So many decisions made in such a short time. The biggest of which is that I am going to undergo bariatric surgery. I do not make this decision lightly. It has nothing to do with wanting to be thin, skinny, fashionable, etc. This is purely about my health. This decision is not for the faint of heart, either. This is not the “easy way out”. This requires total dedication to a healthy lifestyle — forever. Preparing for, and following up after surgery are huge commitments. The ongoing vitamin upkeep is difficult at best. But what it will provide is a permanent tool. One that I feel I need. It will also provide me a jump start so that I can get to a point where I have lost enough weight to be more active so that I an keep up with the amount of movement it takes to be healthy. At my current weight, though lower than where I began, those movements are difficult, coupled with my bad knees and it’s a recipe for failure. Just getting the weight off my knees should prove to be helpful.
Frank and I met with Dr. Joshua Long from Parker Adventist last week. We both really liked him and felt comfortable with him. He was thorough. We were with him for nearly 2-hours. He answered all mine, AND Frank’s questions — those of you who know Frank know what a researcher he is…
As I qualify for insurance coverage, it is really a matter of choosing which procedure will be suit my goals. Bypass, Sleeve, or a procedure that combines the two. I chose the 3rd option. The Laparoscopic Loop Duodenal Switch. That’s a mouthful. The switch employs the power of the sleeve (stomach reduction) and the bypass (malabsorbtion) to give the best shot at the most significant weight loss possible. Up to 90% of the overweight amount. From where I am today, that would be a nearly 125 p0und loss in the end. I’d be ecstatic with 100.
Good news, I have maintained a lot of muscle from my early athletic days. So that wasn’t all a waste! Doc said that’s going to be good and difficult news at the same time. Good in that muscle burns fat. Bad in that because I’ll want to maintain my muscle mass, I will have to eat somewhere between 80-90 grams of protein a day rather than the usual 60’ish that other patients content with.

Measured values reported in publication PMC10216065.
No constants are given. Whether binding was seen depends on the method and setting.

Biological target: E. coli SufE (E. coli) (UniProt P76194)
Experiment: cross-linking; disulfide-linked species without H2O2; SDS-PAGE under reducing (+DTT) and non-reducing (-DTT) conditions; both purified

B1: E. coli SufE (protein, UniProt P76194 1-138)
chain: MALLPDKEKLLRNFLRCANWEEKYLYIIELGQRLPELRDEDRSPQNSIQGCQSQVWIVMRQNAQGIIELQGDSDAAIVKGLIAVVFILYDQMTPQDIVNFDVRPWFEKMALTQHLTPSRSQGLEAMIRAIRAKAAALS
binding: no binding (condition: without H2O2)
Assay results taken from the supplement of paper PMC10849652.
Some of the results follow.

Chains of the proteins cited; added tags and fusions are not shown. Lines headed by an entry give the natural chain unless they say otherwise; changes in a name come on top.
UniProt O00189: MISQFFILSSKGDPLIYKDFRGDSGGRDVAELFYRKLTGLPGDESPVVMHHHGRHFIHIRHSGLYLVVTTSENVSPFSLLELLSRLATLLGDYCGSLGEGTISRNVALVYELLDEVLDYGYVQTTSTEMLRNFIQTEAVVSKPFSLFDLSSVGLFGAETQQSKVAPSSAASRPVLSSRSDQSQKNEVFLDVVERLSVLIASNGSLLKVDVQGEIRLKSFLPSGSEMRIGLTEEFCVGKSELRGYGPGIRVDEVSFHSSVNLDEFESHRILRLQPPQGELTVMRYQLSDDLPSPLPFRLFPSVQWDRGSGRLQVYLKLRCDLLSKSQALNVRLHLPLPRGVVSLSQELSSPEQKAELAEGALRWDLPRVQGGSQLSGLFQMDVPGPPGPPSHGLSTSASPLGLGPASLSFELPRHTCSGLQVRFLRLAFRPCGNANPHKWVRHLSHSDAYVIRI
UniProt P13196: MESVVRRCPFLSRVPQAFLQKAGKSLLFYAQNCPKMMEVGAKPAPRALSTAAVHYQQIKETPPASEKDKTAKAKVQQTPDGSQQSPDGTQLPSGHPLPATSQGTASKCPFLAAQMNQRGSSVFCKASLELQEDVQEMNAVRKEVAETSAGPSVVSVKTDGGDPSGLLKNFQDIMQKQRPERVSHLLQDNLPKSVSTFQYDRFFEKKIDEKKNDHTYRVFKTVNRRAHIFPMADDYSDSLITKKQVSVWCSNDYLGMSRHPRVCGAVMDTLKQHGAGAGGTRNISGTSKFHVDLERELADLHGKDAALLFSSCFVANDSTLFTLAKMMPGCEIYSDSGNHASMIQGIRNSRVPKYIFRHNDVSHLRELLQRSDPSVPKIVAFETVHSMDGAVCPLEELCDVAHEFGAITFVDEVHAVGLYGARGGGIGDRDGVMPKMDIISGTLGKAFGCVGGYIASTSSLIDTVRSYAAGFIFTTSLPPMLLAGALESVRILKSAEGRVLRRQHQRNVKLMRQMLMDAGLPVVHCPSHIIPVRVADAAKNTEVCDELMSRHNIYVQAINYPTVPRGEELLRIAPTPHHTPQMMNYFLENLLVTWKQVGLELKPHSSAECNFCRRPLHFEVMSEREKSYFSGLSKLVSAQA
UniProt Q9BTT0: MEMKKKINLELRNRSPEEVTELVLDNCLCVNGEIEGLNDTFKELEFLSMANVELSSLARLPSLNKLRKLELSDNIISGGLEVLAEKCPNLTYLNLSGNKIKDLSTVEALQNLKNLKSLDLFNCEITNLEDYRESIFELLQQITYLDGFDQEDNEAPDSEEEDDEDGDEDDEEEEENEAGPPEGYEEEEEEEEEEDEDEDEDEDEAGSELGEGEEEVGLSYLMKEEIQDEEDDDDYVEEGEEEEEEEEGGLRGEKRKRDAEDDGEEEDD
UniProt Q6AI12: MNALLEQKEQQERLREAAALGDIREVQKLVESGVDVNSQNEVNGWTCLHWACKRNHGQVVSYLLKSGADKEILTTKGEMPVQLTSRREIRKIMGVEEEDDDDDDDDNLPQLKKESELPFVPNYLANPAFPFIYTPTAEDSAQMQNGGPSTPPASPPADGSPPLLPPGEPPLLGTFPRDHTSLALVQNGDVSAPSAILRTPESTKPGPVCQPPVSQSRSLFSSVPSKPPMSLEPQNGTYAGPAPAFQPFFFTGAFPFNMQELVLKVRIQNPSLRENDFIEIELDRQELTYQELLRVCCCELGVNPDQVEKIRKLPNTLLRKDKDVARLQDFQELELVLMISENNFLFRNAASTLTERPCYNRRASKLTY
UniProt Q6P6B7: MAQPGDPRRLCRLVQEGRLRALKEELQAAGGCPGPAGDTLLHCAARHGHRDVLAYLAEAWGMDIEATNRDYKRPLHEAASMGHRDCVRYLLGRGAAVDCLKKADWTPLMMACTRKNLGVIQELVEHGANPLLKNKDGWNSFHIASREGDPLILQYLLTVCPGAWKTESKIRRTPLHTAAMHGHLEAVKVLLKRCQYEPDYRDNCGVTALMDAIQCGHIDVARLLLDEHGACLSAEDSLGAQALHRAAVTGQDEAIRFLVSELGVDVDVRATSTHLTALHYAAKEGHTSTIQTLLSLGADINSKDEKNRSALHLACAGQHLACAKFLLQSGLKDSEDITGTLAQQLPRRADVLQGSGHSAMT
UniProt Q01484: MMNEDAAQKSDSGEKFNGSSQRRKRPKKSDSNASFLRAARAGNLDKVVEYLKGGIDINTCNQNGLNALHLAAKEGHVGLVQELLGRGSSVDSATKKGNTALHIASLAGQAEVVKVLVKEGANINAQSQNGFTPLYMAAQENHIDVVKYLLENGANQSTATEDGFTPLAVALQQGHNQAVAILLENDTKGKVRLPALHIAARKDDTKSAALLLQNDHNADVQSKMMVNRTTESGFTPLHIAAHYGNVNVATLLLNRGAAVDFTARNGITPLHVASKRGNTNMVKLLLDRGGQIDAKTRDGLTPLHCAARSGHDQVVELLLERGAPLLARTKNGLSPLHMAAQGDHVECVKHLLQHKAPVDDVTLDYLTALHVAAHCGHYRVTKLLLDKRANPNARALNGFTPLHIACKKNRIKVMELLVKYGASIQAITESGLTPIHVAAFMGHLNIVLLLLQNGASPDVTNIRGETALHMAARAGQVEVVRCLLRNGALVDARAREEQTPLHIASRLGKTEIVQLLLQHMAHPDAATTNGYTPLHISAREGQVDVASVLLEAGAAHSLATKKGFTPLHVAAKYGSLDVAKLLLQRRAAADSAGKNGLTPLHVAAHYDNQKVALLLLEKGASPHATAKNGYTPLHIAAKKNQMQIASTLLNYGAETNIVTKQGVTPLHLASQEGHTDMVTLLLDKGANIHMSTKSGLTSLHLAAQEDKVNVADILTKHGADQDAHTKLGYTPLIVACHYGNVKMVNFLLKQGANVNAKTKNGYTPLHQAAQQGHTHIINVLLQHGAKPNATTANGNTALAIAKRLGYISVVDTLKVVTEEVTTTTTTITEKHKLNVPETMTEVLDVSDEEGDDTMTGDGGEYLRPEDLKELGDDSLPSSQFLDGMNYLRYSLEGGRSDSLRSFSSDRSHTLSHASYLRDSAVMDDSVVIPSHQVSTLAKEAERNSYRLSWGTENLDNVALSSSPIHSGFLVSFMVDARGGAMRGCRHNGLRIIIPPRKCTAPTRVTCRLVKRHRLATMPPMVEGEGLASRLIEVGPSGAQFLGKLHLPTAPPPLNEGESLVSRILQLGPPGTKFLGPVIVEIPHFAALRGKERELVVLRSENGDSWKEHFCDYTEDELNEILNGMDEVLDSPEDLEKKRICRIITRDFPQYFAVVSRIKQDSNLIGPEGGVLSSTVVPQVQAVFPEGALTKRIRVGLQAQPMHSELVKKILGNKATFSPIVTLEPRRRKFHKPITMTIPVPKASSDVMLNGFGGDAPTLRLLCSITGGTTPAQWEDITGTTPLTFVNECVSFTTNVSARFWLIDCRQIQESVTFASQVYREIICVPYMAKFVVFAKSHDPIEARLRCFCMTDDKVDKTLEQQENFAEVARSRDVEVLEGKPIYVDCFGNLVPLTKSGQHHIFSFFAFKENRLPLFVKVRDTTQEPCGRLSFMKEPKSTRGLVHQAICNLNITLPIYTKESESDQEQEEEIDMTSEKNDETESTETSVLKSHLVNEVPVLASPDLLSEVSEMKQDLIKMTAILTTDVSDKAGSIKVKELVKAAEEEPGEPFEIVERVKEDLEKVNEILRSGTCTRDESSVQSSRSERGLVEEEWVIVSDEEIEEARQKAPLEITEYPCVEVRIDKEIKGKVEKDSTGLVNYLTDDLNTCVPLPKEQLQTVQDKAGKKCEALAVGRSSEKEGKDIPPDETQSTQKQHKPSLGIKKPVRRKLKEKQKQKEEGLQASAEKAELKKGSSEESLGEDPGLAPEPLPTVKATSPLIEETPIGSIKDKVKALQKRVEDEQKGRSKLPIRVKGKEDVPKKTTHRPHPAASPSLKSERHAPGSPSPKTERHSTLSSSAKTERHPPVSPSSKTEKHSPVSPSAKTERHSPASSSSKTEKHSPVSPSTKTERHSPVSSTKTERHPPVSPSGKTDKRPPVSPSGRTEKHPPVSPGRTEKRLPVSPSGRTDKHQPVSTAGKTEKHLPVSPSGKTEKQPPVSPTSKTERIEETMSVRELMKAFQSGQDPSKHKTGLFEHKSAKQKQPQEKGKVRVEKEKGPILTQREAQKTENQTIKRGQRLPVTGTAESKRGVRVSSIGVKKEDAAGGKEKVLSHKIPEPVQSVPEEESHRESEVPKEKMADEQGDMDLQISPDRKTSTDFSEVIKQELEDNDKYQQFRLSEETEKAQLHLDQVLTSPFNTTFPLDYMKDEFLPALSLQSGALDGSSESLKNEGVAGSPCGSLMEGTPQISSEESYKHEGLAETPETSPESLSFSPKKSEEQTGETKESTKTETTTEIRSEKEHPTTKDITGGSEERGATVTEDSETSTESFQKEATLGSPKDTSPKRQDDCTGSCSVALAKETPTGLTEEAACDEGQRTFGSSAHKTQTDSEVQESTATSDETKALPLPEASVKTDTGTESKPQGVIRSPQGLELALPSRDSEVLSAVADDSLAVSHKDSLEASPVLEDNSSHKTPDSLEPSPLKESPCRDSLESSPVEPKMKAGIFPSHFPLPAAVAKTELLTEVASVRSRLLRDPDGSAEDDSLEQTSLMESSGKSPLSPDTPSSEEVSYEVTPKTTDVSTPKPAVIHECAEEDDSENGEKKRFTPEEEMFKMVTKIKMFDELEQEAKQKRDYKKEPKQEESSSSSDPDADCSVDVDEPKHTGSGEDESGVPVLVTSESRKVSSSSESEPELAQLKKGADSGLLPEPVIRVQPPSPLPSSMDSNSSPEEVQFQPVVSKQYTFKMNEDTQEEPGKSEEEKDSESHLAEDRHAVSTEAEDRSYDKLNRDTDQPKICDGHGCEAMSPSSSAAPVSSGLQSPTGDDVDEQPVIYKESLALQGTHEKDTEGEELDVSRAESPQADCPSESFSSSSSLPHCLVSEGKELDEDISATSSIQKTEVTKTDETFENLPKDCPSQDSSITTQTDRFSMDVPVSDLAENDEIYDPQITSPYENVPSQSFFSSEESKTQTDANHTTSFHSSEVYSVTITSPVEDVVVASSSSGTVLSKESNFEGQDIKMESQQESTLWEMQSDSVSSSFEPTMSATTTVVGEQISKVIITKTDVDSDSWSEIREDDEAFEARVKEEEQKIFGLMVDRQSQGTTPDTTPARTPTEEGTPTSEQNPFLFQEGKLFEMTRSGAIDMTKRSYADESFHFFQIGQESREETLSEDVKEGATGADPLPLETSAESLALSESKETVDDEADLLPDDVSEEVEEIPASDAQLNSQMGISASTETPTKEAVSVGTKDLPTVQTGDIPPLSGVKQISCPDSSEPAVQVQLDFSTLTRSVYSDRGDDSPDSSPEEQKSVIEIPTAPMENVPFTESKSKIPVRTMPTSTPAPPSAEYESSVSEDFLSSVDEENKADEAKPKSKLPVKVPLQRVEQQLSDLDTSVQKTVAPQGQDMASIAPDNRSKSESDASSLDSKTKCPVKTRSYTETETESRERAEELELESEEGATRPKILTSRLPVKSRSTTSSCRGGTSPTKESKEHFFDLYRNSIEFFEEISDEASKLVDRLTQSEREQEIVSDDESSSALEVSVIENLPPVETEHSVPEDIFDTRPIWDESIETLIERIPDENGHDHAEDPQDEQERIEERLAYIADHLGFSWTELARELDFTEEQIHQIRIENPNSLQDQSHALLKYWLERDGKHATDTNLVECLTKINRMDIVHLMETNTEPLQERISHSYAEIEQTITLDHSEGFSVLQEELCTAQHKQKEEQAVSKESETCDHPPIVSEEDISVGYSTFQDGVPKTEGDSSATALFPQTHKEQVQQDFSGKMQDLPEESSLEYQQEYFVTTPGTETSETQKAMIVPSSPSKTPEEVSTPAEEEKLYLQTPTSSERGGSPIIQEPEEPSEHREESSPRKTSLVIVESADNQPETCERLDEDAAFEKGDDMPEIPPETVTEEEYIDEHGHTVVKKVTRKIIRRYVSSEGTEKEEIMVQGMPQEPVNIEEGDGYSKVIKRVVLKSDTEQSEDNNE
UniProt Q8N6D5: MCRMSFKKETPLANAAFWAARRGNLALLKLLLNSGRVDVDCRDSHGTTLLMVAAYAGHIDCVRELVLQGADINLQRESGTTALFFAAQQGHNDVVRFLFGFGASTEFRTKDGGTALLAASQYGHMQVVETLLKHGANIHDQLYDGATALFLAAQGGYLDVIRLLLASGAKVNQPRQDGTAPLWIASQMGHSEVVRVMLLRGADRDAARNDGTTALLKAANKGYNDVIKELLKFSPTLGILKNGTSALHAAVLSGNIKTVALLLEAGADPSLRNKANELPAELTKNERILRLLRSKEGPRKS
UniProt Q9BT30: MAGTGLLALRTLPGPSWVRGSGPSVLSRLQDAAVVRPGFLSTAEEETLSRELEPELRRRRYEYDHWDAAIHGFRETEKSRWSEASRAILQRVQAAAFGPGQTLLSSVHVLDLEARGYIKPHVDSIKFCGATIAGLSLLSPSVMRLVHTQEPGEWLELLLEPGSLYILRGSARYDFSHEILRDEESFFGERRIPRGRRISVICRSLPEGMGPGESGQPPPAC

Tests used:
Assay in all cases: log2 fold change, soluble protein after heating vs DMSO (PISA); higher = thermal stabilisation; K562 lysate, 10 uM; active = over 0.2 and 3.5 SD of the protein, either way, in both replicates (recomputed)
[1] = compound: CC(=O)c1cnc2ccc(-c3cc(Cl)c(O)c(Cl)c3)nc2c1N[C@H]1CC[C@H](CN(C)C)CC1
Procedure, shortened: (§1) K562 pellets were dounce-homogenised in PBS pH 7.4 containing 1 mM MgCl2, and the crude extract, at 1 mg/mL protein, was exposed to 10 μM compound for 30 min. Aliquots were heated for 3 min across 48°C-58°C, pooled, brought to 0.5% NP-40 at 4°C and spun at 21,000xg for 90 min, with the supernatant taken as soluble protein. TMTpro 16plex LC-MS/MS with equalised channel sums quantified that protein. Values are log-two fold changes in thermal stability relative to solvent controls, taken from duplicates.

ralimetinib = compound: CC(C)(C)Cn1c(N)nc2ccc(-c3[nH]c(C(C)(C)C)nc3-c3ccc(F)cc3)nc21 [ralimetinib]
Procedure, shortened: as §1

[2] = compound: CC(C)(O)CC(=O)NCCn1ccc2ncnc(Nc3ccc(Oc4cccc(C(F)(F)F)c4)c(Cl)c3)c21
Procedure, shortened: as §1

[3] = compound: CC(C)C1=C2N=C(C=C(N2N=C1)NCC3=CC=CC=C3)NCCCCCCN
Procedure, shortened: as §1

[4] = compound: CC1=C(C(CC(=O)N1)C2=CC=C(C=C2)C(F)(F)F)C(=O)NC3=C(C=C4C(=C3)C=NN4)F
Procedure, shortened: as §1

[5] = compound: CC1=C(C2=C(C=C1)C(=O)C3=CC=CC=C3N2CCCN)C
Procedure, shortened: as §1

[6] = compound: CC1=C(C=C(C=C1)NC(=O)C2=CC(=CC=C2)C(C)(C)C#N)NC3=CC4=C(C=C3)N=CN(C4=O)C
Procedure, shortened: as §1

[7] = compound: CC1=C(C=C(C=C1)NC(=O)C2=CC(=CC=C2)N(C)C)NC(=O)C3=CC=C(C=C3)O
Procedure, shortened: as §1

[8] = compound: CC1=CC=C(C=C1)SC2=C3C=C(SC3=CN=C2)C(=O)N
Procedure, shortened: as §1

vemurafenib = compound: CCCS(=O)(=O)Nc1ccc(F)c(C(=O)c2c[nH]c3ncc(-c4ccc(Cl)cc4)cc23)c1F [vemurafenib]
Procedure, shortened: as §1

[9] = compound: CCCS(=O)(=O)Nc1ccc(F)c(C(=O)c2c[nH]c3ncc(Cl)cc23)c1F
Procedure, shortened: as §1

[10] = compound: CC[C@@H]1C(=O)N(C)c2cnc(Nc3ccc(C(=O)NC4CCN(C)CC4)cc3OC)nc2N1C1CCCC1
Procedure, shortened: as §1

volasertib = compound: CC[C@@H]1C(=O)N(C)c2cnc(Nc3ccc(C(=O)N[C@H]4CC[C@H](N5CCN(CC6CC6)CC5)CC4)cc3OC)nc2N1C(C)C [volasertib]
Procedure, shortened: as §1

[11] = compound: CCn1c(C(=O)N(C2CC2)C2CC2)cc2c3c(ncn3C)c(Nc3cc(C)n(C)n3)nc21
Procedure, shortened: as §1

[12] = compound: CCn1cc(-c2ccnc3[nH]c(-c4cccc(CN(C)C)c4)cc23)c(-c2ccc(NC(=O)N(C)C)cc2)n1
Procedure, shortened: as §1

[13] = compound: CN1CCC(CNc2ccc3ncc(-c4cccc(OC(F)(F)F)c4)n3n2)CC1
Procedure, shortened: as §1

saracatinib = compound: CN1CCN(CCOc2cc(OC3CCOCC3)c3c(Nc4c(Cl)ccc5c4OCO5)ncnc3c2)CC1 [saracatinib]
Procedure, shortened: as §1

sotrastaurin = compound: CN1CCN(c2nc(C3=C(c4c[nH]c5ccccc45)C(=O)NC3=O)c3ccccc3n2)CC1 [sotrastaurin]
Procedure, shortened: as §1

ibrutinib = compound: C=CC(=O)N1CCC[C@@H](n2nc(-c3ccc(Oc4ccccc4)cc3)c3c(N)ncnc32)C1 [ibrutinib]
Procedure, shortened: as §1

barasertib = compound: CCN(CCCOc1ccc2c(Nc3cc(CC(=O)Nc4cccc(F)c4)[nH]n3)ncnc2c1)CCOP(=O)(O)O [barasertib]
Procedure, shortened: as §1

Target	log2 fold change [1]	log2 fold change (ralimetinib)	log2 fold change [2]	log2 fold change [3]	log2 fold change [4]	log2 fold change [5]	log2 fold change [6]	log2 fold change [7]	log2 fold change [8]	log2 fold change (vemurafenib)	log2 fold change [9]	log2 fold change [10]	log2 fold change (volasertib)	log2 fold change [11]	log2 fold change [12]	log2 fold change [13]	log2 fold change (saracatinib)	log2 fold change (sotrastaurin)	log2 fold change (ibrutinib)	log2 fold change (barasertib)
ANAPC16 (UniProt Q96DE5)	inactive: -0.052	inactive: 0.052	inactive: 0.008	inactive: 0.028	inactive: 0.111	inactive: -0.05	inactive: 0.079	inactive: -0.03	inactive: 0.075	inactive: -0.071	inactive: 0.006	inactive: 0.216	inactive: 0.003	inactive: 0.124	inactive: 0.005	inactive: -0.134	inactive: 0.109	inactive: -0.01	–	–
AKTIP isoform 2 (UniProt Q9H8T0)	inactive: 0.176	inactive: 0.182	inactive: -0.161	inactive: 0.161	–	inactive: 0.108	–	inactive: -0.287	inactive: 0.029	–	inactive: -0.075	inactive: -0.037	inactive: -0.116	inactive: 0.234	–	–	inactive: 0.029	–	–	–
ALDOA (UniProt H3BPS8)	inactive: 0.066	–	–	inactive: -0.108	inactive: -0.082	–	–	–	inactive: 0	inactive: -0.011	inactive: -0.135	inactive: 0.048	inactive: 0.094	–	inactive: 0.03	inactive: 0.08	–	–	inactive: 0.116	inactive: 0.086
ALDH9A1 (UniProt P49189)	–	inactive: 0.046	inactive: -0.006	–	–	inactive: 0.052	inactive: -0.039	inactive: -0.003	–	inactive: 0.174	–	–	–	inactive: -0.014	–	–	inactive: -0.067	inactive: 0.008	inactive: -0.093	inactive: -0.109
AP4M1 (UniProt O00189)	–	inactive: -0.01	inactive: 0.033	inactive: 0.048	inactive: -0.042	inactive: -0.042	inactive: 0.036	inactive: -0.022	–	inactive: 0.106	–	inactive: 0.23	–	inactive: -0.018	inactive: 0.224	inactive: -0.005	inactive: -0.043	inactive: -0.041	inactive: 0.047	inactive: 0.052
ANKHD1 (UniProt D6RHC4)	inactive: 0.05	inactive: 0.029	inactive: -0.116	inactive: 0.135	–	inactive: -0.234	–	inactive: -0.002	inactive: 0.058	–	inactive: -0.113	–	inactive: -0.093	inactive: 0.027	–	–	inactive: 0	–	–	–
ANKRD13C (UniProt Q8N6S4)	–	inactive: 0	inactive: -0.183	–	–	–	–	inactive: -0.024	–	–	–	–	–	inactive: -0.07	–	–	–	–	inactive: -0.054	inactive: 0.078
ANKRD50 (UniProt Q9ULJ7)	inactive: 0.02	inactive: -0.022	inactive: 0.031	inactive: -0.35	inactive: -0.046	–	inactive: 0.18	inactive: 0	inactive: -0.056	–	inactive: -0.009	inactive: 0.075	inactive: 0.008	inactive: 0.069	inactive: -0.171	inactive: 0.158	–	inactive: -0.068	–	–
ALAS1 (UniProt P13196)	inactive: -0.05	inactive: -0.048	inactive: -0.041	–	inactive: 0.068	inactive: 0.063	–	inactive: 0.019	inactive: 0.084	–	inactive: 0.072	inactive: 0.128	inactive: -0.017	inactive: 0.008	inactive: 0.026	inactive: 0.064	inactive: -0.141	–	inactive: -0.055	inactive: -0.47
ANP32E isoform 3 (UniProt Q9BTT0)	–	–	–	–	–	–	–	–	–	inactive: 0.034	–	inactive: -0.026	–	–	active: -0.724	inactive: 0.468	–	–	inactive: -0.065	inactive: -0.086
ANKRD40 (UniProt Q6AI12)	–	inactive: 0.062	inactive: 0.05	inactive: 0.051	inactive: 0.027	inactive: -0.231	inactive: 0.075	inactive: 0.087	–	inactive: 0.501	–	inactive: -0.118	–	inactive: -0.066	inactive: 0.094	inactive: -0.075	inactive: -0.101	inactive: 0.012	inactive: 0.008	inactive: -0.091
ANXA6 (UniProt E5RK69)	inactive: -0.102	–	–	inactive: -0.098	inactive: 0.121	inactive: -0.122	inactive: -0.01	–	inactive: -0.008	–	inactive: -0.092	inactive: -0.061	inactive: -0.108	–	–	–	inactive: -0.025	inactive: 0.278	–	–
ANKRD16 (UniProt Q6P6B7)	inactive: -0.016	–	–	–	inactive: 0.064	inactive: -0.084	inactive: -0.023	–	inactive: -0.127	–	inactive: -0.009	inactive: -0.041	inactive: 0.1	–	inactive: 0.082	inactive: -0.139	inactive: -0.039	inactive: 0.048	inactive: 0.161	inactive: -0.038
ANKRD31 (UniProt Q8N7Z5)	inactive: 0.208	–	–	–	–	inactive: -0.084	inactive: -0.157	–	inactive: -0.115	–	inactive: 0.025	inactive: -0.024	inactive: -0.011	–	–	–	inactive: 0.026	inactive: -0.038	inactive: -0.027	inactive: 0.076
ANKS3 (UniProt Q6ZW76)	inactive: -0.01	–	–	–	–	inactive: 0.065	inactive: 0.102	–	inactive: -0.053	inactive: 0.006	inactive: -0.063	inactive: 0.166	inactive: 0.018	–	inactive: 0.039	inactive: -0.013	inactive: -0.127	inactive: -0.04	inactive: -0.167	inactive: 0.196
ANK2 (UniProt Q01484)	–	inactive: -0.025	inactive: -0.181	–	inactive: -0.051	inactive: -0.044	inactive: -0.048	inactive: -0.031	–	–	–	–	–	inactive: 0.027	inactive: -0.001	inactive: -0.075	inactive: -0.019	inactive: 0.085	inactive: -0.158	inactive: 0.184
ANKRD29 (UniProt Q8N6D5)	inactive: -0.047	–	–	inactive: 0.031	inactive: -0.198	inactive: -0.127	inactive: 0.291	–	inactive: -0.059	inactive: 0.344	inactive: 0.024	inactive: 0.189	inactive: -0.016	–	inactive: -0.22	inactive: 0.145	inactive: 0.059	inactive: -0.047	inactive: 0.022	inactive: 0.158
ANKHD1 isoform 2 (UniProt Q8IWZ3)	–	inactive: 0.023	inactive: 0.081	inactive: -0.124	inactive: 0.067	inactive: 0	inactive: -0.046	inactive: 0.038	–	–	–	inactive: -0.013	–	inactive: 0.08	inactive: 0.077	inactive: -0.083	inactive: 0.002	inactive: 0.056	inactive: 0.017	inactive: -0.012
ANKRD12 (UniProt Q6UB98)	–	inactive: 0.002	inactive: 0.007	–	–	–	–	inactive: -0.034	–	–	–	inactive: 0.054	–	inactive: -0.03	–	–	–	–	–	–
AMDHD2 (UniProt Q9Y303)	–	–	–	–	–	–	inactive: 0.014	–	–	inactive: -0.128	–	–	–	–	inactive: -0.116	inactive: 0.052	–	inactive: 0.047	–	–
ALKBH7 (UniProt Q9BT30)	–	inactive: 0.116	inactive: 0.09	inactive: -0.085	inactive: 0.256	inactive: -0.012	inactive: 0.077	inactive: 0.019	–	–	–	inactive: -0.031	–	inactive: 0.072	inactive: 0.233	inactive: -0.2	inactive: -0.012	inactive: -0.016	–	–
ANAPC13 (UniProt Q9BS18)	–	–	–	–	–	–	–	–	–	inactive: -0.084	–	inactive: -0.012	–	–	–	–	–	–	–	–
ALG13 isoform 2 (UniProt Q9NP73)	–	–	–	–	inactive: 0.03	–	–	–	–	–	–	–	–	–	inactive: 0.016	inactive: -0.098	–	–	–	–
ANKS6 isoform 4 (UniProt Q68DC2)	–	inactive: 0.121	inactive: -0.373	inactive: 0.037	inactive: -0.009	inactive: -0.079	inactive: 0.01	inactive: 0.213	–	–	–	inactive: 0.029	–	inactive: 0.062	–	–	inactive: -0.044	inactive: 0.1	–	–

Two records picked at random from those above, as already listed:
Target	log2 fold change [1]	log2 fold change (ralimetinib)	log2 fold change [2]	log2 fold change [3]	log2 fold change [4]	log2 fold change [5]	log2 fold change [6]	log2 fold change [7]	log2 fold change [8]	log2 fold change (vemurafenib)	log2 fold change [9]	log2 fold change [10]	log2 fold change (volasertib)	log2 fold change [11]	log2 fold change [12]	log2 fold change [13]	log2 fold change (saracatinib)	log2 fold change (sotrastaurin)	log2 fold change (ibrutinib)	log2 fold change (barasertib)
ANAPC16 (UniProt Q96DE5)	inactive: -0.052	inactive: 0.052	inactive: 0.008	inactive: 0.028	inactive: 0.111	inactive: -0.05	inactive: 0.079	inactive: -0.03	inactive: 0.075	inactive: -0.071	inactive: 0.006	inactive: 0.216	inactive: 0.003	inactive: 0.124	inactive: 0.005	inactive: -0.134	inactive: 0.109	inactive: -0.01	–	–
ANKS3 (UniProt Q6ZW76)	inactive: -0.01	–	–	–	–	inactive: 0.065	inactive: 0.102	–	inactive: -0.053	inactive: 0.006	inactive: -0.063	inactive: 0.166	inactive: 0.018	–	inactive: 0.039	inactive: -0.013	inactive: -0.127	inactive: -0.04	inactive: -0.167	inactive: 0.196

Difficult because for a time I’ll be on liquid – then pureed – then soft foods. Even when I’m eating at capacity it will be like a 1/4 to a 1/2 cup per meal time five times a day. That makes getting that much protein in difficult. Add to that I’m milk protein allergic. Meaning, high protein shakes and things like greek yogurt are pretty much OUT. But I’m willing to figure it out. And my doc is willing to figure it out with me. We are partners in this journey.
My insurance requires me to do all sorts of hoop jumping before final approval. Weight loss classes, shrinks, exercise physiologists, my regular doc for a once over, and a dietitian. I have 90 days to complete all the required steps. It’ll be a busy 90 days. But it’ll keep me focused on the end-game.
Another decision I’ve made is to be public about this. I’ve always blogged. I’ve always shared where I’m at. My thinking is that if I can help someone else who is in a similar spot, than that’s a good thing. So many others have helped me in my spots along the way. I have no shame, no pride in this decision. Others may judge, but in general, I have a great support network. I have a great doctor, and an amazing husband who keeps telling me he loves me no matter what — no matter what size I am. And I know that. This isn’t about feeling loved. I am one of the most well loved people I know. It’s because of this love, and these people that I want to be around for the long-term. There’s no guarantees. But I’ll be damned if I’m going to let something like weight determine if I’ll one day succumb to cancer, or heart issues, or diabetes. In truth, I may still suffer from any one of those things, but it won’t be because I didn’t try to fight it with every tool available to me.